Belinda-Rose Young, MSPH, CPH, IPRC Associate Director of Outreach, Training and. Education

The Research and Analysis Branch of the United Nations Office on Drugs and Crime (UNODC), released the 2022 UNODC Global Report on Trafficking in Persons on January 24, 2023, which features the work of Belinda-Rose Young, MSPH, CPH, PhD candidate at the UNC Gillings School of Global Public Health and associate director of Outreach, Training and Education at the UNC Injury Prevention Research Center (IPRC) and Meghan Chua, MPH, project manager at UNC IPRC.

Young and Chua conducted a global analysis of country policies affecting human trafficking using structural equation modeling (Latent Class Analysis). Through the study, Young and Chua explored the relationship between the adoption of United Nations (UN) instruments and human trafficking detection.

Meghan Chua, MPH, IPRC Project Manager

They found that the detection varied based on the number and types of UN instruments that countries adopted. The expanded abstract for the study, titled “Can multisector approaches improve victim identification?” is one of two abstracts selected for this edition of the report as part of the UNODC Generation 30 initiative which showcases the work of young and early-career researchers.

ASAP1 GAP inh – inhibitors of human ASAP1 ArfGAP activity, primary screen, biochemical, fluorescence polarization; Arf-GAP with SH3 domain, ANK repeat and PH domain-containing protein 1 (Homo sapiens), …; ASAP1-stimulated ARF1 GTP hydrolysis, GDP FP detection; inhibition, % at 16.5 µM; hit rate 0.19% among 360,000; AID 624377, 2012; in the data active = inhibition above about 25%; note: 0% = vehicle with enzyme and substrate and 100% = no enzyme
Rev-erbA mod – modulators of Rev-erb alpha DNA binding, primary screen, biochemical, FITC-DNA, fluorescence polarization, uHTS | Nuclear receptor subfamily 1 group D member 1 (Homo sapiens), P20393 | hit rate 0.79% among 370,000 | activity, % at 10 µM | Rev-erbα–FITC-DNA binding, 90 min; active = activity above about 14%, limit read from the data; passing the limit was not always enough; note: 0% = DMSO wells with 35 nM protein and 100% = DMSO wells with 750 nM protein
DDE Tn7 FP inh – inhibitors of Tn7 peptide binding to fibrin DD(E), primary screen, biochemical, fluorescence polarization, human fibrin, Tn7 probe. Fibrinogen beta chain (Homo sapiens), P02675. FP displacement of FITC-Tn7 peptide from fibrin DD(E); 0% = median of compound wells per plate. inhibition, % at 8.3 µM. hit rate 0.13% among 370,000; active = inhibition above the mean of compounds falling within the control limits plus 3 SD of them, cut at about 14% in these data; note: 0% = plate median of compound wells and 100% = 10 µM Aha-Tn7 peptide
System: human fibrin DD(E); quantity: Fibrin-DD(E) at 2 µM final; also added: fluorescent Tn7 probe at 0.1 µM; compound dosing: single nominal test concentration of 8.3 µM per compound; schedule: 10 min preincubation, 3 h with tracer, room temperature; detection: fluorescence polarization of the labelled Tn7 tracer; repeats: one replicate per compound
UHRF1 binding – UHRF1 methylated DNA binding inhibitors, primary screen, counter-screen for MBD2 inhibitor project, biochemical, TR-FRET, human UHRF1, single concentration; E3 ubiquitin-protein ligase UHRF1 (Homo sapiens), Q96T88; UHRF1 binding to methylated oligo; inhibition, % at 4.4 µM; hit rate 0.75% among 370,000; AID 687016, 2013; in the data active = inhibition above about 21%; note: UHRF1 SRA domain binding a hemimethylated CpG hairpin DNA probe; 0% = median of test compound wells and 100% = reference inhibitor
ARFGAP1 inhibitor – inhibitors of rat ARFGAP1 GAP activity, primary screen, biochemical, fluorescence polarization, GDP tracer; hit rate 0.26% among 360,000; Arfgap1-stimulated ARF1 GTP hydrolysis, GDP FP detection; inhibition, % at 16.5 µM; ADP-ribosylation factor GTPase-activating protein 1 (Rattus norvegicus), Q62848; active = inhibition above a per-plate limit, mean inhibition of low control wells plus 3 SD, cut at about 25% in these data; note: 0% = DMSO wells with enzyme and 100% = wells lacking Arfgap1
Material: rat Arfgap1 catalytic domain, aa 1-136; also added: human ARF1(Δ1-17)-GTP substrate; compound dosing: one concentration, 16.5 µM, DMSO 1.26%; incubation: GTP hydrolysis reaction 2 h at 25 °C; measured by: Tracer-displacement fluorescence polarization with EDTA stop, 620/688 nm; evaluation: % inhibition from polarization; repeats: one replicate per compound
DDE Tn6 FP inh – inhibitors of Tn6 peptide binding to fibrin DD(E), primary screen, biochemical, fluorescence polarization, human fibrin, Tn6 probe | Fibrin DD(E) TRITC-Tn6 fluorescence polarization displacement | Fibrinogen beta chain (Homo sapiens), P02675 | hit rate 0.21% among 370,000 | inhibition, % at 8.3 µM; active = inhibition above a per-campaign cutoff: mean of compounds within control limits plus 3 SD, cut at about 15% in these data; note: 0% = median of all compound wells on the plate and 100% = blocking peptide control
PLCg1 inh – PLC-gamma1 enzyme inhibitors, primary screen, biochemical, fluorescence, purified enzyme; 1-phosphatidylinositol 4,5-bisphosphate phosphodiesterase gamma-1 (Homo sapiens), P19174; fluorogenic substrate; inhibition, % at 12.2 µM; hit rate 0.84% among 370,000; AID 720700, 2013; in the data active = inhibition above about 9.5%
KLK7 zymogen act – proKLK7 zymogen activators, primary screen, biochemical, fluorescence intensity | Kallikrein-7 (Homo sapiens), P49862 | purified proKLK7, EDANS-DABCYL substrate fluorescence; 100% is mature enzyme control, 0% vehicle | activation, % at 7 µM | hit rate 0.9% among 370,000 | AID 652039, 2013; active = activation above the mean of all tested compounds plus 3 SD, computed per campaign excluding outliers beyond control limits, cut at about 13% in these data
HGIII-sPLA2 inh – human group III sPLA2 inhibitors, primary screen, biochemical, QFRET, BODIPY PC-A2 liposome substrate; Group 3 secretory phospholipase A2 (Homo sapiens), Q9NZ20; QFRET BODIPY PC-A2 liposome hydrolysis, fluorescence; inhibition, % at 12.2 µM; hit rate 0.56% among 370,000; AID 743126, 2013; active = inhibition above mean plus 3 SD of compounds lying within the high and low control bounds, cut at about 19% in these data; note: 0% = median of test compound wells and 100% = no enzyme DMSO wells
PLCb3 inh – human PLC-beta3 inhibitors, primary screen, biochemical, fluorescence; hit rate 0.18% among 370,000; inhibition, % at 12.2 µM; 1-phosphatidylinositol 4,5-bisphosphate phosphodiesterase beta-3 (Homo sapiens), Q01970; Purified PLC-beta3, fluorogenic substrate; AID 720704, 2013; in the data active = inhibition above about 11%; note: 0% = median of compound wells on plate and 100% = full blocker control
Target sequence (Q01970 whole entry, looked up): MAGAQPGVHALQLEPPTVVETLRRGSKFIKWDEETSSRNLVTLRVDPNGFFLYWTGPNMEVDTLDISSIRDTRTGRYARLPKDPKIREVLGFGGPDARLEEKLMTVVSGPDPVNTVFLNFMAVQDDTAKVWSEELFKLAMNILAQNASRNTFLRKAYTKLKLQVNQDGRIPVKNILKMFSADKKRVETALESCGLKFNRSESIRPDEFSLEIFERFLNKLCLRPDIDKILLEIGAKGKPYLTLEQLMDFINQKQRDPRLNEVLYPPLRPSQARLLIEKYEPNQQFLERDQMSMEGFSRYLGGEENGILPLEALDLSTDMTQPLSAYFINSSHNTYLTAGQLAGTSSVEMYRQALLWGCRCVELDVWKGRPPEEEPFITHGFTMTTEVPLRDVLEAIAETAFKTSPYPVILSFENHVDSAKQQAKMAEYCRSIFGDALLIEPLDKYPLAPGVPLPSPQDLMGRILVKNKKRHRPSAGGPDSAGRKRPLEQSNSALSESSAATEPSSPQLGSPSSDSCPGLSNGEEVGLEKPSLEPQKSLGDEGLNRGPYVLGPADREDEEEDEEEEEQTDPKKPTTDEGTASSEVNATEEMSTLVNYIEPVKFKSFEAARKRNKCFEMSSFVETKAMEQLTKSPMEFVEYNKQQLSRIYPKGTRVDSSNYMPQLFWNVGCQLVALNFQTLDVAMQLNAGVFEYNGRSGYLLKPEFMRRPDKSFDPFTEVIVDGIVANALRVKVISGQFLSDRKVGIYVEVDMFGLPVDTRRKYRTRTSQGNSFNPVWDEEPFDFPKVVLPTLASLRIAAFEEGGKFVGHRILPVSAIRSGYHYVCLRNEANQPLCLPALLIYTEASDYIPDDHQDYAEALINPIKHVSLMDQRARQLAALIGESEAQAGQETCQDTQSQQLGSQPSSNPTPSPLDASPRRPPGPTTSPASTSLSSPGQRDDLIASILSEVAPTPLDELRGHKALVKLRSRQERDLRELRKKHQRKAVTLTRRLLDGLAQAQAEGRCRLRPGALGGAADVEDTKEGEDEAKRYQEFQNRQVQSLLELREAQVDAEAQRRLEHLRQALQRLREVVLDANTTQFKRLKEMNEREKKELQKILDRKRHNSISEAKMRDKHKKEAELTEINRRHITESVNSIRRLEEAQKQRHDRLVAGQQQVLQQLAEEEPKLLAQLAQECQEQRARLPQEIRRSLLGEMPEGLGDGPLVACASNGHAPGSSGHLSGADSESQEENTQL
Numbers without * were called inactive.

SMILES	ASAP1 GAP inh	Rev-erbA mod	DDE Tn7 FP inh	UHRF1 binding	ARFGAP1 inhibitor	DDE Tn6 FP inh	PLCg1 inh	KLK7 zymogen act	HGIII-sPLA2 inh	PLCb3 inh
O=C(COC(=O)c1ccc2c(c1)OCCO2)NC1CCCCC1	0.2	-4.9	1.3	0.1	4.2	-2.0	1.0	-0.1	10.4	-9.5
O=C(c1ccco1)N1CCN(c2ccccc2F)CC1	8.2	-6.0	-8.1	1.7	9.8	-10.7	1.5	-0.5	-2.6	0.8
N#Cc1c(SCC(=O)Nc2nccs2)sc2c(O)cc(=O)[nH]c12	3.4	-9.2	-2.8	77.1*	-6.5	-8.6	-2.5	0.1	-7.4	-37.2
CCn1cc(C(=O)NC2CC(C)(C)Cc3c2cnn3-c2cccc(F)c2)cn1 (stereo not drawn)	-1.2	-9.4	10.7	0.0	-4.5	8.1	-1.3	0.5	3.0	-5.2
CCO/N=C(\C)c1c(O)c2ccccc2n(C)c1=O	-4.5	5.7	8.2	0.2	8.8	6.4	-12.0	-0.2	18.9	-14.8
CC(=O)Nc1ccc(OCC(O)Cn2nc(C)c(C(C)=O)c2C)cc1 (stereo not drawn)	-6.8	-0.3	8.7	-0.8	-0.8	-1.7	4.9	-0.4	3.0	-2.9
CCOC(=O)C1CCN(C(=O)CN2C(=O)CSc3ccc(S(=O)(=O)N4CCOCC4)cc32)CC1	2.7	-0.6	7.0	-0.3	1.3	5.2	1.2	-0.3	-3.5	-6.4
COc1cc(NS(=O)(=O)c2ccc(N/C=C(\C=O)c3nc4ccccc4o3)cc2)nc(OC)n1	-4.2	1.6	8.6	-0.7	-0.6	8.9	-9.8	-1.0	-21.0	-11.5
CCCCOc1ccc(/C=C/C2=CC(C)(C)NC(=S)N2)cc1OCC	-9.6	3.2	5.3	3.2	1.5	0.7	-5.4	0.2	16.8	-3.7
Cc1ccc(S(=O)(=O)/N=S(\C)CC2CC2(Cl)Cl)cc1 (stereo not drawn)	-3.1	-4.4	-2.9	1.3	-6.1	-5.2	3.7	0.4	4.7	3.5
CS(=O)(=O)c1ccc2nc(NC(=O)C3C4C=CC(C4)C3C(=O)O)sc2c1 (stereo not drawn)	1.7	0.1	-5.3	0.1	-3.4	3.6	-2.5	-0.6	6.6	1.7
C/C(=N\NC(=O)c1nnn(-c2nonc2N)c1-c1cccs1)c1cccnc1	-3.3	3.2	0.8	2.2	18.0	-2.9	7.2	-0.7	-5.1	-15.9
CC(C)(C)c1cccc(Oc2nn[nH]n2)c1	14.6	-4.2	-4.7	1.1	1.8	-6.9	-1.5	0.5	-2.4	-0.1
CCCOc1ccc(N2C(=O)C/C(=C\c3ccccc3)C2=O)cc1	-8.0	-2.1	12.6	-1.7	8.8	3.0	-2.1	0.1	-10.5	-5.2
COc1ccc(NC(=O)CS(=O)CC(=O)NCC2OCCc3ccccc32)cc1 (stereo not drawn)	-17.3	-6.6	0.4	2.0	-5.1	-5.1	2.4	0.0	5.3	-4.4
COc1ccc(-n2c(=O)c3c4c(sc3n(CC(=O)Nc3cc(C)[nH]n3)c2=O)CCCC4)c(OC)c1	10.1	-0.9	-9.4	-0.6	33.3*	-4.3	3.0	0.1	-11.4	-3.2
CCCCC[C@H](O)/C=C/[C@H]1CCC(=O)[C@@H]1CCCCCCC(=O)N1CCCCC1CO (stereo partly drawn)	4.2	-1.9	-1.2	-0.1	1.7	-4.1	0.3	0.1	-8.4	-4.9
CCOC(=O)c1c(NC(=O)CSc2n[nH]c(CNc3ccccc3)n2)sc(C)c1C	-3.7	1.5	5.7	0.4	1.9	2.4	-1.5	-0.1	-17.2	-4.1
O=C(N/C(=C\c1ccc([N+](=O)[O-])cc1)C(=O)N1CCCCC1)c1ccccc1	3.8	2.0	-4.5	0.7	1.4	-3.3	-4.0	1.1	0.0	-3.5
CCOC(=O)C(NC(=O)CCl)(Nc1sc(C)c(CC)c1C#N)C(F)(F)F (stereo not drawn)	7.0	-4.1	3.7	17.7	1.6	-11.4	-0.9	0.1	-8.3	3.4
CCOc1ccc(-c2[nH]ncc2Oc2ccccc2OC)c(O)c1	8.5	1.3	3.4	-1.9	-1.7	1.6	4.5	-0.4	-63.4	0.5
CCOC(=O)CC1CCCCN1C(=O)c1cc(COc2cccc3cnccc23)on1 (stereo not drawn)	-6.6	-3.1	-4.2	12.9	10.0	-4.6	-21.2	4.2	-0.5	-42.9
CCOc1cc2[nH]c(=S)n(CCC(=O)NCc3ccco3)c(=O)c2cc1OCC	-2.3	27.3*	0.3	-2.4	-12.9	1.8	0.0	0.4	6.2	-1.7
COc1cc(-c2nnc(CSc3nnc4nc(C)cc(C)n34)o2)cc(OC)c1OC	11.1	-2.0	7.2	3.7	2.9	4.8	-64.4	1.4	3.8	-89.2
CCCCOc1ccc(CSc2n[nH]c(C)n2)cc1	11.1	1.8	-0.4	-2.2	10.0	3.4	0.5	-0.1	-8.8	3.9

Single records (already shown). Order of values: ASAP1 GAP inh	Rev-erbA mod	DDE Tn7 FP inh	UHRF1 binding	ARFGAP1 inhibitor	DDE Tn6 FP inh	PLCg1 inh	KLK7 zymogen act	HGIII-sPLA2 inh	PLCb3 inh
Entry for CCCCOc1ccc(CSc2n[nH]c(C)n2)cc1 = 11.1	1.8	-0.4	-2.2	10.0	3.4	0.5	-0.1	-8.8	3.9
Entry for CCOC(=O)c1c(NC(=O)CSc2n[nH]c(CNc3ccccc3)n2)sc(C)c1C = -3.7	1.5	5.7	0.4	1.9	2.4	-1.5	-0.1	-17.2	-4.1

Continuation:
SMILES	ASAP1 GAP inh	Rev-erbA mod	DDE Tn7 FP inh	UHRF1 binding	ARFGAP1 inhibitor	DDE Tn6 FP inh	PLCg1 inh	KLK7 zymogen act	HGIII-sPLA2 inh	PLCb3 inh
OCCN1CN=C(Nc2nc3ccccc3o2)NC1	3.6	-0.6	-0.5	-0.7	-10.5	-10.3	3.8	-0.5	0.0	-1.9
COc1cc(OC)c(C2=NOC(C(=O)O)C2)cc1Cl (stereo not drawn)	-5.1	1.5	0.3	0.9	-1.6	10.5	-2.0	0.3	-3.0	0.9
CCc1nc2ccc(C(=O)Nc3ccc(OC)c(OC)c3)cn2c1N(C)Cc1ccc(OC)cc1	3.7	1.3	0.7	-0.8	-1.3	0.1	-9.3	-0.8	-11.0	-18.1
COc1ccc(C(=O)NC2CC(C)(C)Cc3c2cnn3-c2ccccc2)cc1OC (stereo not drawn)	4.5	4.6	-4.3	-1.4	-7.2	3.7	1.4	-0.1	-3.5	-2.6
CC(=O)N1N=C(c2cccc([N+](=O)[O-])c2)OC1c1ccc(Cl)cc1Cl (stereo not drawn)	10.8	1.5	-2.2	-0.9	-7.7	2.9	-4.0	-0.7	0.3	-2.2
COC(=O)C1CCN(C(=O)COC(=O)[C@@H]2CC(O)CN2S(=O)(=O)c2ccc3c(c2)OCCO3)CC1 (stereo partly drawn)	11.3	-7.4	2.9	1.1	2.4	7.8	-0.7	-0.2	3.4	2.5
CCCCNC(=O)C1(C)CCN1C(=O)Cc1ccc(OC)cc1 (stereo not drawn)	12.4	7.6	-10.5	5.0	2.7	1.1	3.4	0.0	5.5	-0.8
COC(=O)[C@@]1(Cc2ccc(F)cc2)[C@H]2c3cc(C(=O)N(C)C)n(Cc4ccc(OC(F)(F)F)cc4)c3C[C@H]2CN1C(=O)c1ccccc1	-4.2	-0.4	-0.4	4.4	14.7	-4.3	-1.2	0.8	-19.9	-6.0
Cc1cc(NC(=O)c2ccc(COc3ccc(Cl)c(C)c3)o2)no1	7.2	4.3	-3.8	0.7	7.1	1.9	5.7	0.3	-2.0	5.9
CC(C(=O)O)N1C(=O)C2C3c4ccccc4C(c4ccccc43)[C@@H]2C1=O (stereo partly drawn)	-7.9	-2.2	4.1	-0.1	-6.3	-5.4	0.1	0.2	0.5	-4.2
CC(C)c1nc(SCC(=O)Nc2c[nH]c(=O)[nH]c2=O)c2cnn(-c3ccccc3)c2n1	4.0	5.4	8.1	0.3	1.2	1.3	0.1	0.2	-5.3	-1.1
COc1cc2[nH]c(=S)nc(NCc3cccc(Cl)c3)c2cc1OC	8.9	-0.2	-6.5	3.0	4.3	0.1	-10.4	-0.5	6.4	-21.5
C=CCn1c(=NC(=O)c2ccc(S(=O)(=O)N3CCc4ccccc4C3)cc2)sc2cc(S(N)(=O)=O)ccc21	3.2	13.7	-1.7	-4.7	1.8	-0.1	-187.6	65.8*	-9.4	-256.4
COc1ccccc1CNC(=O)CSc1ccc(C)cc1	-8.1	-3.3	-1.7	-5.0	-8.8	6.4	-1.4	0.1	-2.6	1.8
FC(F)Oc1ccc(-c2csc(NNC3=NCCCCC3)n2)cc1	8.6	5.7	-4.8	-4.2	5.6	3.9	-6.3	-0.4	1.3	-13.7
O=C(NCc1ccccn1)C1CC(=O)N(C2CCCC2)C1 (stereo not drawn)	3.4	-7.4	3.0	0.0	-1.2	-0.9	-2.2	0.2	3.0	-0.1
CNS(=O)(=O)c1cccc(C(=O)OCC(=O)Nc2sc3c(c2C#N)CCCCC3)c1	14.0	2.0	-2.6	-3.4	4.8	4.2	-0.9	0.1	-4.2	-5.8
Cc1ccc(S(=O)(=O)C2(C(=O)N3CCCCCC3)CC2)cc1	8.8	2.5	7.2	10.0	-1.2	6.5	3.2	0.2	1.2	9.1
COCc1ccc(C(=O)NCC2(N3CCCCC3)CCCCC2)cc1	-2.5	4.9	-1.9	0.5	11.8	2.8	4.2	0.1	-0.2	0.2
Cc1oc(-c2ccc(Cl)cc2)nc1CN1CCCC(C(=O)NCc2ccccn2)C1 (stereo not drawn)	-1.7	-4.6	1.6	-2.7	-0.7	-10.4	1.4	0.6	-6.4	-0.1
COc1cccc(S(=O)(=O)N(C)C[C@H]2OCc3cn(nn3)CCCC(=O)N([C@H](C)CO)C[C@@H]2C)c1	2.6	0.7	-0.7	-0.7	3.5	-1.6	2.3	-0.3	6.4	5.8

“We found several structural variables in the literature that were relevant to human trafficking detection. These variables included migration and refugee law, criminal law, labor standards and measures aiming at preventing gender-based violence and child protection, among many others,” said Young.

Young and Chua then examined what countries had adopted which laws (i.e., UN legal instruments). They found three different subgroups, where some countries had adopted all laws, some only adopted laws relevant to migration, and a third group only adopted laws relevant to criminalizing human trafficking. After uncovering the subgroups, they sought to understand whether human trafficking detection rates were higher in some subgroups.

“Ultimately, our research shows that victims are being identified at higher rates when countries are adopting multiple laws, not just the ones pertaining to human trafficking. These laws are complementary, and when implemented together lead to higher victim detection,” said Young.

About the Generation 30 Initiative 

Generation 30 is an initiative of the UNODC Research and Analysis Branch featuring contributions from young and early-career researchers collected through an open call and selected on the basis of the quality of the empirical research and relevance of the topic. Two contributions were selected for this edition of the Report: “The social suffering of trafficked men” by P. Smiragina-Ingelstrom and “Can multisector approaches improve victim identification?” by B. Young and M. Chua. <\small>